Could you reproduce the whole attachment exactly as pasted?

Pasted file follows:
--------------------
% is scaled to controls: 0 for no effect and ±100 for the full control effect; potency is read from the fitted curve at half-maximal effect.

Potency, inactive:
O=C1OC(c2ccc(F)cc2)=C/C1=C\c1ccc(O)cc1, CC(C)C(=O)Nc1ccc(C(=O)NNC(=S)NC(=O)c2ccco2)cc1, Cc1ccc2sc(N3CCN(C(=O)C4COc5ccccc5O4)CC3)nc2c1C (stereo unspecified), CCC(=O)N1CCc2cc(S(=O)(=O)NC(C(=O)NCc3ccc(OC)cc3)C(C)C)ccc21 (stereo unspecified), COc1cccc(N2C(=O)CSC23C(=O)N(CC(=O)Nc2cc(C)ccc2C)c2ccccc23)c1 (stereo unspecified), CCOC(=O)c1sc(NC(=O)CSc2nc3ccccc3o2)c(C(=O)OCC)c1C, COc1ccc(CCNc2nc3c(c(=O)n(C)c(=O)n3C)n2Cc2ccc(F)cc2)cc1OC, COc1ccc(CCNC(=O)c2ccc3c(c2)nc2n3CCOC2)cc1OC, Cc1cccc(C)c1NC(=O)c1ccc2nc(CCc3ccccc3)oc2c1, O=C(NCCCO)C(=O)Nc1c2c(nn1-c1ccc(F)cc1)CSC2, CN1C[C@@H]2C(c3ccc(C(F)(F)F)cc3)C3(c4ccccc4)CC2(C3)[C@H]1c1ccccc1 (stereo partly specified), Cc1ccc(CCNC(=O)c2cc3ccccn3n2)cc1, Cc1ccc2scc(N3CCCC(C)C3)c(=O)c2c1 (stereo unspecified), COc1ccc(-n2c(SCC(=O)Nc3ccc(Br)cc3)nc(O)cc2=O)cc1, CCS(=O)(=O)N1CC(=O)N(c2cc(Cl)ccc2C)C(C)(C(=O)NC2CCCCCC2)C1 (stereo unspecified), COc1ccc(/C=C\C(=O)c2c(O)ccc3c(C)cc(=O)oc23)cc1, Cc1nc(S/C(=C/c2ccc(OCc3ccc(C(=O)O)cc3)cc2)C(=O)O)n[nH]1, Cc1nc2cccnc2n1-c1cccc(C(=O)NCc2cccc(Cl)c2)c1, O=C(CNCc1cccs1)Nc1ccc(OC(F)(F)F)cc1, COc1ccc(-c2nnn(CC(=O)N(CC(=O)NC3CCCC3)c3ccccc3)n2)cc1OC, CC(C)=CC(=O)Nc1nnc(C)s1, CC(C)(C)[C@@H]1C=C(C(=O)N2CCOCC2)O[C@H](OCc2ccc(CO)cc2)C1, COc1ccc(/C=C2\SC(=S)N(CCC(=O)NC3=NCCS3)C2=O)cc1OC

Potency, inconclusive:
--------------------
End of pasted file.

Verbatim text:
% is scaled to controls: 0 for no effect and ±100 for the full control effect; potency is read from the fitted curve at half-maximal effect.

Potency, inactive:
O=C1OC(c2ccc(F)cc2)=C/C1=C\c1ccc(O)cc1, CC(C)C(=O)Nc1ccc(C(=O)NNC(=S)NC(=O)c2ccco2)cc1, Cc1ccc2sc(N3CCN(C(=O)C4COc5ccccc5O4)CC3)nc2c1C (stereo unspecified), CCC(=O)N1CCc2cc(S(=O)(=O)NC(C(=O)NCc3ccc(OC)cc3)C(C)C)ccc21 (stereo unspecified), COc1cccc(N2C(=O)CSC23C(=O)N(CC(=O)Nc2cc(C)ccc2C)c2ccccc23)c1 (stereo unspecified), CCOC(=O)c1sc(NC(=O)CSc2nc3ccccc3o2)c(C(=O)OCC)c1C, COc1ccc(CCNc2nc3c(c(=O)n(C)c(=O)n3C)n2Cc2ccc(F)cc2)cc1OC, COc1ccc(CCNC(=O)c2ccc3c(c2)nc2n3CCOC2)cc1OC, Cc1cccc(C)c1NC(=O)c1ccc2nc(CCc3ccccc3)oc2c1, O=C(NCCCO)C(=O)Nc1c2c(nn1-c1ccc(F)cc1)CSC2, CN1C[C@@H]2C(c3ccc(C(F)(F)F)cc3)C3(c4ccccc4)CC2(C3)[C@H]1c1ccccc1 (stereo partly specified), Cc1ccc(CCNC(=O)c2cc3ccccn3n2)cc1, Cc1ccc2scc(N3CCCC(C)C3)c(=O)c2c1 (stereo unspecified), COc1ccc(-n2c(SCC(=O)Nc3ccc(Br)cc3)nc(O)cc2=O)cc1, CCS(=O)(=O)N1CC(=O)N(c2cc(Cl)ccc2C)C(C)(C(=O)NC2CCCCCC2)C1 (stereo unspecified), COc1ccc(/C=C\C(=O)c2c(O)ccc3c(C)cc(=O)oc23)cc1, Cc1nc(S/C(=C/c2ccc(OCc3ccc(C(=O)O)cc3)cc2)C(=O)O)n[nH]1, Cc1nc2cccnc2n1-c1cccc(C(=O)NCc2cccc(Cl)c2)c1, O=C(CNCc1cccs1)Nc1ccc(OC(F)(F)F)cc1, COc1ccc(-c2nnn(CC(=O)N(CC(=O)NC3CCCC3)c3ccccc3)n2)cc1OC, CC(C)=CC(=O)Nc1nnc(C)s1, CC(C)(C)[C@@H]1C=C(C(=O)N2CCOCC2)O[C@H](OCc2ccc(CO)cc2)C1, COc1ccc(/C=C2\SC(=S)N(CCC(=O)NC3=NCCS3)C2=O)cc1OC

Potency, inconclusive: